Intelligence, Language Vital to National Security


The fighting is not strictly on the battlefield anymore, but in intelligence centers all around the world. Barber said,“Intelligence analysts are literally the eyes and ears of the nation.” Detecting information can determine a victory or a defeat.

Alex Fajardo, Reporter

Walking into the French classroom on Career Day, students were met by two women whose careers may have been as foreign to the students who arrived to hear them speak.

Both donned Air Force uniforms, distinctively different from the other.  One was dressed in an airman battle uniform, while the other was outfitted in dress blues. These guests were armed and ready to present their careers as an intelligence analyst and language expert.

Dressed in her battle uniform, Lt. Col. Katharine G. Barber, shared how tough it is to explain her job to the class since most of their work is classified. Barber showed a “declassified” video to the class and about 10 seconds into it, a majority of the class realized that it was a scene from “Transformers 2.” While the clip played she explained how the different components of being an intelligence analyst fit into the battle clip. Barber said that intelligence analysts analyze known information from a source and use it to plan against any further actions.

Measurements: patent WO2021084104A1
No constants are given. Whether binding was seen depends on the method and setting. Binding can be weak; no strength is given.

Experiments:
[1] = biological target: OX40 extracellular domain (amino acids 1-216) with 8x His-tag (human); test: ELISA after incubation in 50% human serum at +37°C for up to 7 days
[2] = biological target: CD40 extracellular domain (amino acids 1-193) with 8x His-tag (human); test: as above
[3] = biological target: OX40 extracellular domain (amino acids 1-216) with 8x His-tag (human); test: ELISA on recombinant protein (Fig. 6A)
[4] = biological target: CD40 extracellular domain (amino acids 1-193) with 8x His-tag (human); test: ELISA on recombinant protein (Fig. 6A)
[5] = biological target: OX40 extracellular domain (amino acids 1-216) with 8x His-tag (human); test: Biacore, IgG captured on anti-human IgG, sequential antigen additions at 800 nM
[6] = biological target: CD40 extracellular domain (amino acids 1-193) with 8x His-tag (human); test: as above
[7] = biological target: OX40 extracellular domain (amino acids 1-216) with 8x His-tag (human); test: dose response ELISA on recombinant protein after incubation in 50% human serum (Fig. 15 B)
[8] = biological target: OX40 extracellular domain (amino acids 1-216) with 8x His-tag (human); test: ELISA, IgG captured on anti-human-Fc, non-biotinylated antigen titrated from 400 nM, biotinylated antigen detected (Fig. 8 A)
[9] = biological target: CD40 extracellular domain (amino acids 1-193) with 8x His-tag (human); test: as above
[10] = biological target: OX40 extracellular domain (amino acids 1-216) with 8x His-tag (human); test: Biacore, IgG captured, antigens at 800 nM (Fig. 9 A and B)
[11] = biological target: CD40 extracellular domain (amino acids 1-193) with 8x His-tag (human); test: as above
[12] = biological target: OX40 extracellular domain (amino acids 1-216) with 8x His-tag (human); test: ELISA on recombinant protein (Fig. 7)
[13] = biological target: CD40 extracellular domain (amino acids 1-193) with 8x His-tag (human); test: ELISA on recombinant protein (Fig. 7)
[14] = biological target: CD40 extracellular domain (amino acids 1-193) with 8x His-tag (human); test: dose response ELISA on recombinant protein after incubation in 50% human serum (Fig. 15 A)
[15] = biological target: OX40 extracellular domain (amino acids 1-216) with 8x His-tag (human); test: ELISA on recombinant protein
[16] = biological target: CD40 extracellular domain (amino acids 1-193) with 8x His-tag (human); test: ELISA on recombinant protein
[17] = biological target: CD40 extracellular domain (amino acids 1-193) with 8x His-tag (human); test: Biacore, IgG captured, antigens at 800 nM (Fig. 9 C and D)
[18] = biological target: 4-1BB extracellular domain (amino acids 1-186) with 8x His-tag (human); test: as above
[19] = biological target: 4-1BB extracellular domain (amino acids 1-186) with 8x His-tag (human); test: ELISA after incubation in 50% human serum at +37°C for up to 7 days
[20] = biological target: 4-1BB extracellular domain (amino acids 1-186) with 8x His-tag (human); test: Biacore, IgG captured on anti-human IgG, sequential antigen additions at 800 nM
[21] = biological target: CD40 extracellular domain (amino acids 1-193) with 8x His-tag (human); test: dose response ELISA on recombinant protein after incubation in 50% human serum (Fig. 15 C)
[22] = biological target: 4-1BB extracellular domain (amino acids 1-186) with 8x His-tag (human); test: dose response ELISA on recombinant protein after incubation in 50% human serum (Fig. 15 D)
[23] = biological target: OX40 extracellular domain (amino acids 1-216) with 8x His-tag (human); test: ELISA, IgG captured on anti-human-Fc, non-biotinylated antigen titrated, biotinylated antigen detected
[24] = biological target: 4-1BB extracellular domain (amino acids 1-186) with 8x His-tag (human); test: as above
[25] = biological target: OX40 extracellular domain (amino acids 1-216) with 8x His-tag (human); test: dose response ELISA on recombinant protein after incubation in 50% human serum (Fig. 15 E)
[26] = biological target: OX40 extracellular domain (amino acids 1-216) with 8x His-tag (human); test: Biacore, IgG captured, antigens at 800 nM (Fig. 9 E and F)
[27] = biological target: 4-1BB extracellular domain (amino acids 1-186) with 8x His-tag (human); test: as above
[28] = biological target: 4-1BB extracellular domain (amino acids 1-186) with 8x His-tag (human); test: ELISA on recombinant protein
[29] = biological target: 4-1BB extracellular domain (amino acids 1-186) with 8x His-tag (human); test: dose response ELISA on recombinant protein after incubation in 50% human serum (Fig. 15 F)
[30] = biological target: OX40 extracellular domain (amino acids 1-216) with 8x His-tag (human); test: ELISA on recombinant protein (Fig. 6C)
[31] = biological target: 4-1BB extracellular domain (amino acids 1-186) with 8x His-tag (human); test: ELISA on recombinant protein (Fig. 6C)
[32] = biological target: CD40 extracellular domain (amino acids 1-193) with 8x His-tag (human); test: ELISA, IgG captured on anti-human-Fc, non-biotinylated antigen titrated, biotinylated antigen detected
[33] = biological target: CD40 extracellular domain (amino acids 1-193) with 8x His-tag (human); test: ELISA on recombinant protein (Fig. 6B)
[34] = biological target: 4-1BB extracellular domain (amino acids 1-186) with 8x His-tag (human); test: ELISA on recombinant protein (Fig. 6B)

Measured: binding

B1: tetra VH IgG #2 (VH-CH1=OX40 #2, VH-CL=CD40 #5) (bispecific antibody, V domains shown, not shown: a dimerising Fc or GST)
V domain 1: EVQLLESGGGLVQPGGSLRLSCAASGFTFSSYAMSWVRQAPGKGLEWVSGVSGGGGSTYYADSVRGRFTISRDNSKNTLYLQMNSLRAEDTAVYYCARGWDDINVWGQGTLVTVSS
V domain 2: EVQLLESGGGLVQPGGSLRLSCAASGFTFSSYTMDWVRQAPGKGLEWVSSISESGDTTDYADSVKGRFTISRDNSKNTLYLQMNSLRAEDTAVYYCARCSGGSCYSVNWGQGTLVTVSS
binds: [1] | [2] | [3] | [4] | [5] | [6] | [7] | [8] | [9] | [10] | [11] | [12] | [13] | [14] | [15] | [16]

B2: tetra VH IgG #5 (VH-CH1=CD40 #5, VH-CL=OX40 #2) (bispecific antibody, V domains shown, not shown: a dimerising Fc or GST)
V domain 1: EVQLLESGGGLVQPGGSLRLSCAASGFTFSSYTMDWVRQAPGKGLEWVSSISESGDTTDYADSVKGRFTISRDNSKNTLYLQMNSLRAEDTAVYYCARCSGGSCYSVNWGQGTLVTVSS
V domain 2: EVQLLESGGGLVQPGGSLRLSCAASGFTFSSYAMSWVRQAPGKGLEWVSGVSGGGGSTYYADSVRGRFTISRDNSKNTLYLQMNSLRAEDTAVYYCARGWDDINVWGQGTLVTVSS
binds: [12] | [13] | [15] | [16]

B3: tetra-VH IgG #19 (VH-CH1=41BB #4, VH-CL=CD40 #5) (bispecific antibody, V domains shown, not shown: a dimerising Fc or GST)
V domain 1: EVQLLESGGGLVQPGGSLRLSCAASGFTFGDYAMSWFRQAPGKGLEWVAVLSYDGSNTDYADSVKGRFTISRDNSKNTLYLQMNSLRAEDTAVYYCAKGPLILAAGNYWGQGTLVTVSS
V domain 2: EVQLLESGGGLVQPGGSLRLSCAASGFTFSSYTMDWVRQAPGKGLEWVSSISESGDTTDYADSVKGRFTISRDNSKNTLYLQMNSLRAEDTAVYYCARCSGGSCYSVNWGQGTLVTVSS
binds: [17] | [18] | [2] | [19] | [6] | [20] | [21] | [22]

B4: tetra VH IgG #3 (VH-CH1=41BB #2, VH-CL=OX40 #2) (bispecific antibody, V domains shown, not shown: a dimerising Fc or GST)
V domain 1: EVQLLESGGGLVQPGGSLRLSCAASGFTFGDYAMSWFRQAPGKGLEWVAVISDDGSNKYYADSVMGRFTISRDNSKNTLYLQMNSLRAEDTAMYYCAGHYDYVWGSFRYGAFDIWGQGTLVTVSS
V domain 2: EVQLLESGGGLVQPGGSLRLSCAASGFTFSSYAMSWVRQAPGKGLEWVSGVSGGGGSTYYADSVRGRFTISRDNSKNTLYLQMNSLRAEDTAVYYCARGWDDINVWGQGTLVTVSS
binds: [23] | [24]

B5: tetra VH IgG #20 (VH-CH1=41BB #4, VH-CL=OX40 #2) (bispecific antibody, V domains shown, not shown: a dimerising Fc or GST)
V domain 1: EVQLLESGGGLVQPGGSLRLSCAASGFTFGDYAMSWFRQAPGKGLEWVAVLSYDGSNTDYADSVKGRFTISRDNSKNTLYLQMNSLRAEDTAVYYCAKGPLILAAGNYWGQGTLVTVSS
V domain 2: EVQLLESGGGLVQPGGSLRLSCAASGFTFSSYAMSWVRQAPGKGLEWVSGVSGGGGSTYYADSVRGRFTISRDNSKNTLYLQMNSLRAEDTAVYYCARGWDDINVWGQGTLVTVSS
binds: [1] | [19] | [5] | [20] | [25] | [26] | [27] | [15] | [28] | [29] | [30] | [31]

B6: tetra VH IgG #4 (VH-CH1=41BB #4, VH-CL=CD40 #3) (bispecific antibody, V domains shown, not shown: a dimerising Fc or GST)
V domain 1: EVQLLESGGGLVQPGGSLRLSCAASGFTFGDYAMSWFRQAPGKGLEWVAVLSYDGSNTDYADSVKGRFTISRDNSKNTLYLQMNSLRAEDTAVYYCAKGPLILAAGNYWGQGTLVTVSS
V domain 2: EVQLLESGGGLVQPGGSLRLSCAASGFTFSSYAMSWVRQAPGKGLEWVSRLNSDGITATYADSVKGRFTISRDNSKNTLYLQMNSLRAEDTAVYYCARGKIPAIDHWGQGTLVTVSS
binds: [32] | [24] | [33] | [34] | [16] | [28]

After answering questions about being an intelligence analyst, the woman in dress blues introduced herself as SMSgt Diane Kelsey and explained that she was a language expert. She grew up in small town in Texas living near an Air Force base.

Kelsey taught herself Russian at a young age after she saw her father’s Air Force friends talk about their job as language experts. The Air Force sent her to learn Mandarin for 18 months, where she was enrolled in a college that spoke in the Mandarin language exclusively starting on her first day there.

She showed off her Mandarin skills when an eager student asked her to speak. She deftly responded with an almost incomprehensible combination of syllables, leaving students dumbfounded with her language fluency.

Barber and Kelsey said that anyone in their branch of work is an important part of national security and have the benefit of not having to relocate (to another state or country) as often as colleagues who occupy other positions in the military.